Traditional marketing is often based on a rational consumer model that views the consumer as persuadable by rational arguments and consciously aware of what drives his purchase decisions. However, brain science research has demonstrated that an intuitive consumer model provides a more realistic picture of how consumers actually decide and buy. The following table presents the key differences between these two models.

The Rational Consumer Model The Intuitive Consumer Model
Information about brands and products drives purchase decisions. Habit, experience, and emotional cues provide shortcuts to making decisions.
Factual information can be retrieved by the consumer, completely and accurately. Feelings about products and brands are the main memories retrieved by consumers; facts are remembered sporadically and often incorrectly.
Preferences are determined rationally. They’re clear, unambiguous, and enduring. Preferences are rarely the products of careful logical analysis. More often, they’re inferred from the consumer’s behavior, rather than the other way around.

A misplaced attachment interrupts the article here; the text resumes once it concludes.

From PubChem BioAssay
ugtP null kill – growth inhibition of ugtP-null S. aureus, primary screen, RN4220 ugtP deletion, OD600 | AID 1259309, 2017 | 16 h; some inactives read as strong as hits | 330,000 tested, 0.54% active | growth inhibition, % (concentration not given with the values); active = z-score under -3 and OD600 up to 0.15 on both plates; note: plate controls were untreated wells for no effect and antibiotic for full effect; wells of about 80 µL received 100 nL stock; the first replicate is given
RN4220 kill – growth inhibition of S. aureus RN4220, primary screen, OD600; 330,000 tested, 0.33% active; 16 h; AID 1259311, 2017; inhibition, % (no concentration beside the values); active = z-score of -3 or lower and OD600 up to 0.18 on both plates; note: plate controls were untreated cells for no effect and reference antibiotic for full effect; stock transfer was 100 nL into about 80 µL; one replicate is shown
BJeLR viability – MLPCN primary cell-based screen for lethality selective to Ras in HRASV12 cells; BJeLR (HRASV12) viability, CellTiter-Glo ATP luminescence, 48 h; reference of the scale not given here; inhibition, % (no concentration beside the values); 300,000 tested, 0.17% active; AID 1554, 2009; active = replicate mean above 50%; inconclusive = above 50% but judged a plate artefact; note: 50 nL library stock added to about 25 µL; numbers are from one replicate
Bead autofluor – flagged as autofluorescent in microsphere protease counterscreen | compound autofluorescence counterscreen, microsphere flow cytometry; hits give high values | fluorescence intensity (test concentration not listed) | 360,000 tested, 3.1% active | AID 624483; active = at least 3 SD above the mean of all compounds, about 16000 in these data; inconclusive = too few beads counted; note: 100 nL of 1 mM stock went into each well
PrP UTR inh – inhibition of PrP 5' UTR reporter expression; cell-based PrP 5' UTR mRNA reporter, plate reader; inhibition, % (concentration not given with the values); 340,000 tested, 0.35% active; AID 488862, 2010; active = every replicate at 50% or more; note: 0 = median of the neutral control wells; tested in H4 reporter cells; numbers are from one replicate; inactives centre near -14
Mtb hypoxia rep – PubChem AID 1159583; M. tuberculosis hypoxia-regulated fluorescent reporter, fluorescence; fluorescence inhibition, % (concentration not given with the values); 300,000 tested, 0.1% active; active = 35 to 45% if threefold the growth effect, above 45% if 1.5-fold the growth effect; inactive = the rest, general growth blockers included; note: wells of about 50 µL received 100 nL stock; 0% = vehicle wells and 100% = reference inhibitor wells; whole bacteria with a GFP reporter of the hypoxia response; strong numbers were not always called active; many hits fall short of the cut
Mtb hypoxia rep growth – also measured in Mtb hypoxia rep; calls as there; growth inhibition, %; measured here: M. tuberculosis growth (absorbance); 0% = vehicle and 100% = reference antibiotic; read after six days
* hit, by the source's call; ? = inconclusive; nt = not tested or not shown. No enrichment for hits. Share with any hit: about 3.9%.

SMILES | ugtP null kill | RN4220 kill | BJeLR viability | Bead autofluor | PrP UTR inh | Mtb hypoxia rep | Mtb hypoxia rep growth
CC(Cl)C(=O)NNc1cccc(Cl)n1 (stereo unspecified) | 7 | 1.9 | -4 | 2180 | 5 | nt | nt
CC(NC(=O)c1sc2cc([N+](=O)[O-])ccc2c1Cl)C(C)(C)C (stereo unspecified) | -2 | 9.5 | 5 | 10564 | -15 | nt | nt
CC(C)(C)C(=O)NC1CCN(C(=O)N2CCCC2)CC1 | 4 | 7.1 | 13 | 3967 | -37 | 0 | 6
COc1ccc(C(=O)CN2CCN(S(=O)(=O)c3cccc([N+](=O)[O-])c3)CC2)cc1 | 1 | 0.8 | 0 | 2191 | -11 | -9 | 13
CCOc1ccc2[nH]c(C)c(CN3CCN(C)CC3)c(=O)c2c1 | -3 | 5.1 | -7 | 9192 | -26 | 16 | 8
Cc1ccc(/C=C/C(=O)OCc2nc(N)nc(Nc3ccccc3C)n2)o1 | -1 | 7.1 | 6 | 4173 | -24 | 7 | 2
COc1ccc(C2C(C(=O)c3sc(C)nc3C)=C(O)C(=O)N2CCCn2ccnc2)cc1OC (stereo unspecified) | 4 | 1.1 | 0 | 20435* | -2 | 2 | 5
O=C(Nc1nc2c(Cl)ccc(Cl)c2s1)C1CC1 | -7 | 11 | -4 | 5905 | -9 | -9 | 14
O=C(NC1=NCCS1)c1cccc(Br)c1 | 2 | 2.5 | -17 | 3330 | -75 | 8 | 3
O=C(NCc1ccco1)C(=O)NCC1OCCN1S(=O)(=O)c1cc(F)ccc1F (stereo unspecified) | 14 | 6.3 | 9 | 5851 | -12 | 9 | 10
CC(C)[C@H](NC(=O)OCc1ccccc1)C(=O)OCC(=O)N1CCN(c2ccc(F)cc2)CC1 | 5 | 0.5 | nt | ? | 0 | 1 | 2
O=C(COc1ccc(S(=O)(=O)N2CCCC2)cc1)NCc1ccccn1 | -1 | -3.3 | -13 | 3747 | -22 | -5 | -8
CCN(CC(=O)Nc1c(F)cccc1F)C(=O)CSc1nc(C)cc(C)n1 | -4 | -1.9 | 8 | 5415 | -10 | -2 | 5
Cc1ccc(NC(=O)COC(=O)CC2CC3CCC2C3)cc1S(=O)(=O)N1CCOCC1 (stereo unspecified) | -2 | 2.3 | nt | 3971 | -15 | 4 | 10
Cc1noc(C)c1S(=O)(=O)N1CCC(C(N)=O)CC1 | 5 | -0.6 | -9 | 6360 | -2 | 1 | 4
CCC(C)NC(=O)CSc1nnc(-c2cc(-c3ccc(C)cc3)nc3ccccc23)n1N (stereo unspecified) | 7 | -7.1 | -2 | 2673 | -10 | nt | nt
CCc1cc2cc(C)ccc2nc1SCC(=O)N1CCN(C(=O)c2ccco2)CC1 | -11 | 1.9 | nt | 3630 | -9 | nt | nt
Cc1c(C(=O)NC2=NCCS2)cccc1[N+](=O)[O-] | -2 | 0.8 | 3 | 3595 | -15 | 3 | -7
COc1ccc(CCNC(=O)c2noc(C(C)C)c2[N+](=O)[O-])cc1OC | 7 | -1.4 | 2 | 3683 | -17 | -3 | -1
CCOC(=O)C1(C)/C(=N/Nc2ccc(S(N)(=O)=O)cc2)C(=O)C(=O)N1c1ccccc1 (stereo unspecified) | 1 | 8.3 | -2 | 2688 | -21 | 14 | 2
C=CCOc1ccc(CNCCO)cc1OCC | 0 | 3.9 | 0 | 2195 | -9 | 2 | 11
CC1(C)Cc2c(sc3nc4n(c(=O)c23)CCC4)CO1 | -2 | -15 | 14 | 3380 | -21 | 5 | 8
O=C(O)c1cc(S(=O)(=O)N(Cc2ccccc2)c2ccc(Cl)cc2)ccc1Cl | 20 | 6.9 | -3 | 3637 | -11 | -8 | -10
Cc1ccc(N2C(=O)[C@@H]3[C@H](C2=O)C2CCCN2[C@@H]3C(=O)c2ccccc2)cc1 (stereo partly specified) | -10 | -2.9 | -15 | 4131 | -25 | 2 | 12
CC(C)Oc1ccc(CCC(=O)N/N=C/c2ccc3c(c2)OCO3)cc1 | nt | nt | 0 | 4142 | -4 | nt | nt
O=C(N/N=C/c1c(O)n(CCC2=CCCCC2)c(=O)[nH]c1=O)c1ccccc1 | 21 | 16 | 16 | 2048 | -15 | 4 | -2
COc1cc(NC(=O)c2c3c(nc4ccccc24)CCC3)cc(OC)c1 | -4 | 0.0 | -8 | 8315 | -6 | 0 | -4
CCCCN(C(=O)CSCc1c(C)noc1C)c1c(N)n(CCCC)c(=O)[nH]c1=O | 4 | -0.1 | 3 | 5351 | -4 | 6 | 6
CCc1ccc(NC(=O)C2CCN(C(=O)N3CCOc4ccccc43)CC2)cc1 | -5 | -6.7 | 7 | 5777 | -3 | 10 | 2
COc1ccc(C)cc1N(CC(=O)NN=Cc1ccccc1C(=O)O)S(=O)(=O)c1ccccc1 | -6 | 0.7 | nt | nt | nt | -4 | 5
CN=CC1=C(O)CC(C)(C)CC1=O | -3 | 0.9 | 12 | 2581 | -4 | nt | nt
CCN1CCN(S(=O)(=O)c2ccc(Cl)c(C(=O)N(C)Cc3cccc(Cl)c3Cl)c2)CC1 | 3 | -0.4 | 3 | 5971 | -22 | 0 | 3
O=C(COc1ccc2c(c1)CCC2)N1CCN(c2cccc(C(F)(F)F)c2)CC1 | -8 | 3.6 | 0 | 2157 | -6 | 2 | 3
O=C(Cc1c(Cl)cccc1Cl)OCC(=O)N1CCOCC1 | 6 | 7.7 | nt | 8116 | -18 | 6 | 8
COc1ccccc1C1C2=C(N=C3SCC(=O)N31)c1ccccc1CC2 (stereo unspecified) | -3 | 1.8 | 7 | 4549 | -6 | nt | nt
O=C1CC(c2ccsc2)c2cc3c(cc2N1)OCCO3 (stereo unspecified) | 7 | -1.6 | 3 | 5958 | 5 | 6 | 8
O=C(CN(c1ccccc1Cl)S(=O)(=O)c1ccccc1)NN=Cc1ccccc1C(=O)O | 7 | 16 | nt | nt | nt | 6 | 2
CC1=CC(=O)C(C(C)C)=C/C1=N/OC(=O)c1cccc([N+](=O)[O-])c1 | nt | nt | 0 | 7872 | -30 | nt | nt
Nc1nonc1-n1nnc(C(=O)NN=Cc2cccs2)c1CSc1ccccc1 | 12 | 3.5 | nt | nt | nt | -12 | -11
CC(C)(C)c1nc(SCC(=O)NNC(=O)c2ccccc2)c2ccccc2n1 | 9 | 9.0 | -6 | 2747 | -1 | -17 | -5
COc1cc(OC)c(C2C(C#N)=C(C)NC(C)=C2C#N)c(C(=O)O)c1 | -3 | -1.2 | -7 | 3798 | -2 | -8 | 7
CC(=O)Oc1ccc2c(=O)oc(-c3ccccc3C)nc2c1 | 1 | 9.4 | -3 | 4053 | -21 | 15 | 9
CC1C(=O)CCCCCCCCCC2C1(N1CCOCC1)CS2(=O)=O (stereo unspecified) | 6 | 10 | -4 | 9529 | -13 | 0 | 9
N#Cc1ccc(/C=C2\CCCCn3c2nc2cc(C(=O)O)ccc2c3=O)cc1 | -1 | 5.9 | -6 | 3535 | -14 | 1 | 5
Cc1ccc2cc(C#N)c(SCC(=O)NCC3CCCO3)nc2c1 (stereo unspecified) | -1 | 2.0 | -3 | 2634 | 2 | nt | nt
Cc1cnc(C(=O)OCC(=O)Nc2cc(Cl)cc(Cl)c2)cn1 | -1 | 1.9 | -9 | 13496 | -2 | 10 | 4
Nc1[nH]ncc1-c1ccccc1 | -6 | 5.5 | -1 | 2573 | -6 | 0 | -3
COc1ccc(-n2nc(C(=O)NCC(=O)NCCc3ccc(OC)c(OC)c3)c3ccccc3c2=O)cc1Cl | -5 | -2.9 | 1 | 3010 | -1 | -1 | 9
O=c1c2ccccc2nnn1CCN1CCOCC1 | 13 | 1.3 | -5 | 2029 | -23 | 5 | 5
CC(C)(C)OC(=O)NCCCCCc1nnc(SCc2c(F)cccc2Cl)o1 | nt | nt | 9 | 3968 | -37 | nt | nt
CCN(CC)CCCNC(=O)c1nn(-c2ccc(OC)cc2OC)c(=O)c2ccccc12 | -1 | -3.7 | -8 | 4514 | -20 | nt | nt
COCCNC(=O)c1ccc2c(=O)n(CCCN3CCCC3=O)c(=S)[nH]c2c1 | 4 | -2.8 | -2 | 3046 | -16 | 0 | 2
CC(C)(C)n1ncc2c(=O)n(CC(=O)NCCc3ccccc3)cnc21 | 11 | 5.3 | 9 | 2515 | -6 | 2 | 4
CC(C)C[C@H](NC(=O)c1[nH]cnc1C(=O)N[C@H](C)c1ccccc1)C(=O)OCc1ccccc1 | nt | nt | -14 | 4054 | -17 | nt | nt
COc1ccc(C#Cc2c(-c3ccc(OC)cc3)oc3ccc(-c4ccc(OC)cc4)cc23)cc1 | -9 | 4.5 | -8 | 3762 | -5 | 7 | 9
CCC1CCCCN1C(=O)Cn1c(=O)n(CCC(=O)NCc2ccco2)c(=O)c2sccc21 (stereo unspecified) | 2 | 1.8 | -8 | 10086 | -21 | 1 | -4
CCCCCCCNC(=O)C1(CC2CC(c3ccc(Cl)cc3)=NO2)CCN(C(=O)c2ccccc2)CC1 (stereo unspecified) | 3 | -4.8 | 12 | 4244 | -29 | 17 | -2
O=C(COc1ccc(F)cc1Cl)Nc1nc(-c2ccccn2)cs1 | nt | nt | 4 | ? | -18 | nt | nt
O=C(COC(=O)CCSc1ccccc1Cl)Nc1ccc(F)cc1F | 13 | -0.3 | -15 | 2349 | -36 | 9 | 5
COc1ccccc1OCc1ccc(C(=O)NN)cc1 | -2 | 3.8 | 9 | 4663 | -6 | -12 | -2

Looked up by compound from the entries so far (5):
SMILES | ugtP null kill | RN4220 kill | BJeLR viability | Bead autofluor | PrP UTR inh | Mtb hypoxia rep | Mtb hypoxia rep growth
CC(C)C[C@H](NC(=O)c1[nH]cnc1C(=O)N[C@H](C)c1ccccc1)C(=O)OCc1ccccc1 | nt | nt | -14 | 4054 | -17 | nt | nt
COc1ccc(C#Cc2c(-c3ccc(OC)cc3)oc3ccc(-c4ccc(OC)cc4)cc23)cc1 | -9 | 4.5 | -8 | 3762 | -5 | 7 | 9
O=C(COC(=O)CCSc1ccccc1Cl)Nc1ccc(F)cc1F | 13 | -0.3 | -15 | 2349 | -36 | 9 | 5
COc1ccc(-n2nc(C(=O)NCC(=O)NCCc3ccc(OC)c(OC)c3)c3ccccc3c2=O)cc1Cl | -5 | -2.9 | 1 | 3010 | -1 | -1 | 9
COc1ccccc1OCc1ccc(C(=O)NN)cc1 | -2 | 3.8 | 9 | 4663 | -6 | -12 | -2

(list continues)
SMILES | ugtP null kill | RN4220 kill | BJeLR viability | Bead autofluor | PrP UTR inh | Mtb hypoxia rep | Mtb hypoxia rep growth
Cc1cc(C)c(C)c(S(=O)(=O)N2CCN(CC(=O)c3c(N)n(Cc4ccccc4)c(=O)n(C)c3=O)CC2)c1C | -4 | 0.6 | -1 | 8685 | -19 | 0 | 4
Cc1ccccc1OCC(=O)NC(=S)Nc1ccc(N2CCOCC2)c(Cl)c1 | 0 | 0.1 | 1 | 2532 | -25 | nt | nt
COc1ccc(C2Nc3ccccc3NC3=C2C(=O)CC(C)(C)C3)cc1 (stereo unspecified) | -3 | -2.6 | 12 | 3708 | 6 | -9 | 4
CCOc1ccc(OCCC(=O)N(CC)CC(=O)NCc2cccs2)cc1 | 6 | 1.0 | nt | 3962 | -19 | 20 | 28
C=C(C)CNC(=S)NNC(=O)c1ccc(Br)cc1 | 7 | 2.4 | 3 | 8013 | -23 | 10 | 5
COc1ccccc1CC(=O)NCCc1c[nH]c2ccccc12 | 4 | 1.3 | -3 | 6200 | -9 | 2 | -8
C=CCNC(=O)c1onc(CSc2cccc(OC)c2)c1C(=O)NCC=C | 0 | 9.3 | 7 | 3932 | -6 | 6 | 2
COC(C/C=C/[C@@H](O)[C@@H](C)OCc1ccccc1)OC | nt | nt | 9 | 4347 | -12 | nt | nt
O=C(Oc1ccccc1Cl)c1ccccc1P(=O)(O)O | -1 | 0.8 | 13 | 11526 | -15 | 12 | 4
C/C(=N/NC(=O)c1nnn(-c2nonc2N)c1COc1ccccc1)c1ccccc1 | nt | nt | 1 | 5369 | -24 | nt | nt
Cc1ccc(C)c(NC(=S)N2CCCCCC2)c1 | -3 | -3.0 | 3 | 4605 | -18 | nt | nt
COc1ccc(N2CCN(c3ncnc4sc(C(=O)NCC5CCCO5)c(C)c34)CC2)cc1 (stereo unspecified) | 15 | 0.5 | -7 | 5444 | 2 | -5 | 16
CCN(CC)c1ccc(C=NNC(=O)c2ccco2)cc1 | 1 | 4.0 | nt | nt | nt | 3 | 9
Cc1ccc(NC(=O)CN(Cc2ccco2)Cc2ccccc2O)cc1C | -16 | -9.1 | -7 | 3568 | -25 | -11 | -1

A cost-benefit calculation is made to make a purchase decision at the point of sale. Most purchase decisions are made spontaneously and without much conscious deliberation at the point of sale.
Preferences can only be changed by presenting new information. Product and brand preferences can be changed by changing the situation within which the consumer is shopping.
Marketing and advertising communications are messages that deliver rational, logical arguments about brands and products. Marketing and advertising primarily influence consumers in nonconscious ways. At a conscious level, consumers believe ads and marketing have no effect on them.
Marketing and communications influence consumers by providing logical arguments that are consciously remembered at the point of sale. The primary way that advertising influences the consumer is indirectly, through repetitive association of the advertised brand or product with positive themes and images.